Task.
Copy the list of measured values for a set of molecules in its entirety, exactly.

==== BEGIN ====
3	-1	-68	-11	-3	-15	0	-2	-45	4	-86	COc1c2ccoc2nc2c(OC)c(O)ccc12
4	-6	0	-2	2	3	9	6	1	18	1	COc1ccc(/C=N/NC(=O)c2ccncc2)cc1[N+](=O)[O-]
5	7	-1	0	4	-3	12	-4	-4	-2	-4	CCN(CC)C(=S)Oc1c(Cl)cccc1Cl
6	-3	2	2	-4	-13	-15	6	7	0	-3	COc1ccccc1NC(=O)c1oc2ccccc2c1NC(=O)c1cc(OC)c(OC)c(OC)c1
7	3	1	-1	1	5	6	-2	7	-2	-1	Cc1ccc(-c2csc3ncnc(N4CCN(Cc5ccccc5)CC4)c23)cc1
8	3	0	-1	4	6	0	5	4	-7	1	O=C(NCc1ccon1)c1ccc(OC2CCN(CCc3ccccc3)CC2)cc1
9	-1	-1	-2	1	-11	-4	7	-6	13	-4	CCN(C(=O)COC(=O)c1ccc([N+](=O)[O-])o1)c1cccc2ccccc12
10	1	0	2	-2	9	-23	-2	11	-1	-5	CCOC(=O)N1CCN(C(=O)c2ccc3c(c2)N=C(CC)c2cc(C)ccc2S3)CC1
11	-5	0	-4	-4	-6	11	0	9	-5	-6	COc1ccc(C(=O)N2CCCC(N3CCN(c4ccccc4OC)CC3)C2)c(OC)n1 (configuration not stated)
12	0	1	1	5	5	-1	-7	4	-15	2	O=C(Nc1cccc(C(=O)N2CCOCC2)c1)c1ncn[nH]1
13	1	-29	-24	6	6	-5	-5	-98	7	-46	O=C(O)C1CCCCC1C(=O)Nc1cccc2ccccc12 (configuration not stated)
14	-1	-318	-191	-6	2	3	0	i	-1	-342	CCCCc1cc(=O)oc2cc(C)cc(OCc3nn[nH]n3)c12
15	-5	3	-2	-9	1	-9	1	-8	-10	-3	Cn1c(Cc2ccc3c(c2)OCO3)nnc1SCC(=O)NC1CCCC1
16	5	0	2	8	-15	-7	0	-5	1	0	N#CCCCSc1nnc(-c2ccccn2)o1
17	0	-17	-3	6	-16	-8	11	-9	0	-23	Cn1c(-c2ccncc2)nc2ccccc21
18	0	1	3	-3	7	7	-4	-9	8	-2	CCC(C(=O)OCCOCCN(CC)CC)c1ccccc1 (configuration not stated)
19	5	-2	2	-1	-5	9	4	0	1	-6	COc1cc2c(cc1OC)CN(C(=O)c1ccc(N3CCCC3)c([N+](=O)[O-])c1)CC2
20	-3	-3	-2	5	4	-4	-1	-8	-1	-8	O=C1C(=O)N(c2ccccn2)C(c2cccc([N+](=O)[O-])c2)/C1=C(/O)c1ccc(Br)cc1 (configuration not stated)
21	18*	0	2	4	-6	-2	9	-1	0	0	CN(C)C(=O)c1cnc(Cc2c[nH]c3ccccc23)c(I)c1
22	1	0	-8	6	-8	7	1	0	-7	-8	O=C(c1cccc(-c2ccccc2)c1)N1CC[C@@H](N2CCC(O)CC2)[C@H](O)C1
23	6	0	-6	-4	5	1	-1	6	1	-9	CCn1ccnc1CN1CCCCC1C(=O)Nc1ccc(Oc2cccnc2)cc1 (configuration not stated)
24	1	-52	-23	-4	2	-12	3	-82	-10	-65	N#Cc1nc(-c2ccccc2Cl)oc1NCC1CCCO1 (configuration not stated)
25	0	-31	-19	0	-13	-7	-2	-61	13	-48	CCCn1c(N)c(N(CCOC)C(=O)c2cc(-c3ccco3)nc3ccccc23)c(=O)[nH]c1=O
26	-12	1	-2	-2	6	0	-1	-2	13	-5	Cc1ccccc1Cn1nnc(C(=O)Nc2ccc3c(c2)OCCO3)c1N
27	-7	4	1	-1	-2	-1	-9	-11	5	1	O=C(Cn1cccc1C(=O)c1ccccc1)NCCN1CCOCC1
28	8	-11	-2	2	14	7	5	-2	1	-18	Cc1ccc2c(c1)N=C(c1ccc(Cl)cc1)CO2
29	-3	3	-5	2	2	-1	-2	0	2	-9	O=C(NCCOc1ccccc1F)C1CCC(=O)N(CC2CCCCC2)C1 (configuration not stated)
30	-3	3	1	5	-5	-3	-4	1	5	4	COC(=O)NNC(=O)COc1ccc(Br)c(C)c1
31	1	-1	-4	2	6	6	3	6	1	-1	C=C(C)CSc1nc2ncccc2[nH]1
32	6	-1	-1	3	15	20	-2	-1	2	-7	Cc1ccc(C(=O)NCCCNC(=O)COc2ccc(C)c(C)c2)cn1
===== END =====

3	-1	-68	-11	-3	-15	0	-2	-45	4	-86	COc1c2ccoc2nc2c(OC)c(O)ccc12
4	-6	0	-2	2	3	9	6	1	18	1	COc1ccc(/C=N/NC(=O)c2ccncc2)cc1[N+](=O)[O-]
5	7	-1	0	4	-3	12	-4	-4	-2	-4	CCN(CC)C(=S)Oc1c(Cl)cccc1Cl
6	-3	2	2	-4	-13	-15	6	7	0	-3	COc1ccccc1NC(=O)c1oc2ccccc2c1NC(=O)c1cc(OC)c(OC)c(OC)c1
7	3	1	-1	1	5	6	-2	7	-2	-1	Cc1ccc(-c2csc3ncnc(N4CCN(Cc5ccccc5)CC4)c23)cc1
8	3	0	-1	4	6	0	5	4	-7	1	O=C(NCc1ccon1)c1ccc(OC2CCN(CCc3ccccc3)CC2)cc1
9	-1	-1	-2	1	-11	-4	7	-6	13	-4	CCN(C(=O)COC(=O)c1ccc([N+](=O)[O-])o1)c1cccc2ccccc12
10	1	0	2	-2	9	-23	-2	11	-1	-5	CCOC(=O)N1CCN(C(=O)c2ccc3c(c2)N=C(CC)c2cc(C)ccc2S3)CC1
11	-5	0	-4	-4	-6	11	0	9	-5	-6	COc1ccc(C(=O)N2CCCC(N3CCN(c4ccccc4OC)CC3)C2)c(OC)n1 (configuration not stated)
12	0	1	1	5	5	-1	-7	4	-15	2	O=C(Nc1cccc(C(=O)N2CCOCC2)c1)c1ncn[nH]1
13	1	-29	-24	6	6	-5	-5	-98	7	-46	O=C(O)C1CCCCC1C(=O)Nc1cccc2ccccc12 (configuration not stated)
14	-1	-318	-191	-6	2	3	0	i	-1	-342	CCCCc1cc(=O)oc2cc(C)cc(OCc3nn[nH]n3)c12
15	-5	3	-2	-9	1	-9	1	-8	-10	-3	Cn1c(Cc2ccc3c(c2)OCO3)nnc1SCC(=O)NC1CCCC1
16	5	0	2	8	-15	-7	0	-5	1	0	N#CCCCSc1nnc(-c2ccccn2)o1
17	0	-17	-3	6	-16	-8	11	-9	0	-23	Cn1c(-c2ccncc2)nc2ccccc21
18	0	1	3	-3	7	7	-4	-9	8	-2	CCC(C(=O)OCCOCCN(CC)CC)c1ccccc1 (configuration not stated)
19	5	-2	2	-1	-5	9	4	0	1	-6	COc1cc2c(cc1OC)CN(C(=O)c1ccc(N3CCCC3)c([N+](=O)[O-])c1)CC2
20	-3	-3	-2	5	4	-4	-1	-8	-1	-8	O=C1C(=O)N(c2ccccn2)C(c2cccc([N+](=O)[O-])c2)/C1=C(/O)c1ccc(Br)cc1 (configuration not stated)
21	18*	0	2	4	-6	-2	9	-1	0	0	CN(C)C(=O)c1cnc(Cc2c[nH]c3ccccc23)c(I)c1
22	1	0	-8	6	-8	7	1	0	-7	-8	O=C(c1cccc(-c2ccccc2)c1)N1CC[C@@H](N2CCC(O)CC2)[C@H](O)C1
23	6	0	-6	-4	5	1	-1	6	1	-9	CCn1ccnc1CN1CCCCC1C(=O)Nc1ccc(Oc2cccnc2)cc1 (configuration not stated)
24	1	-52	-23	-4	2	-12	3	-82	-10	-65	N#Cc1nc(-c2ccccc2Cl)oc1NCC1CCCO1 (configuration not stated)
25	0	-31	-19	0	-13	-7	-2	-61	13	-48	CCCn1c(N)c(N(CCOC)C(=O)c2cc(-c3ccco3)nc3ccccc23)c(=O)[nH]c1=O
26	-12	1	-2	-2	6	0	-1	-2	13	-5	Cc1ccccc1Cn1nnc(C(=O)Nc2ccc3c(c2)OCCO3)c1N
27	-7	4	1	-1	-2	-1	-9	-11	5	1	O=C(Cn1cccc1C(=O)c1ccccc1)NCCN1CCOCC1
28	8	-11	-2	2	14	7	5	-2	1	-18	Cc1ccc2c(c1)N=C(c1ccc(Cl)cc1)CO2
29	-3	3	-5	2	2	-1	-2	0	2	-9	O=C(NCCOc1ccccc1F)C1CCC(=O)N(CC2CCCCC2)C1 (configuration not stated)
30	-3	3	1	5	-5	-3	-4	1	5	4	COC(=O)NNC(=O)COc1ccc(Br)c(C)c1
31	1	-1	-4	2	6	6	3	6	1	-1	C=C(C)CSc1nc2ncccc2[nH]1
32	6	-1	-1	3	15	20	-2	-1	2	-7	Cc1ccc(C(=O)NCCCNC(=O)COc2ccc(C)c(C)c2)cn1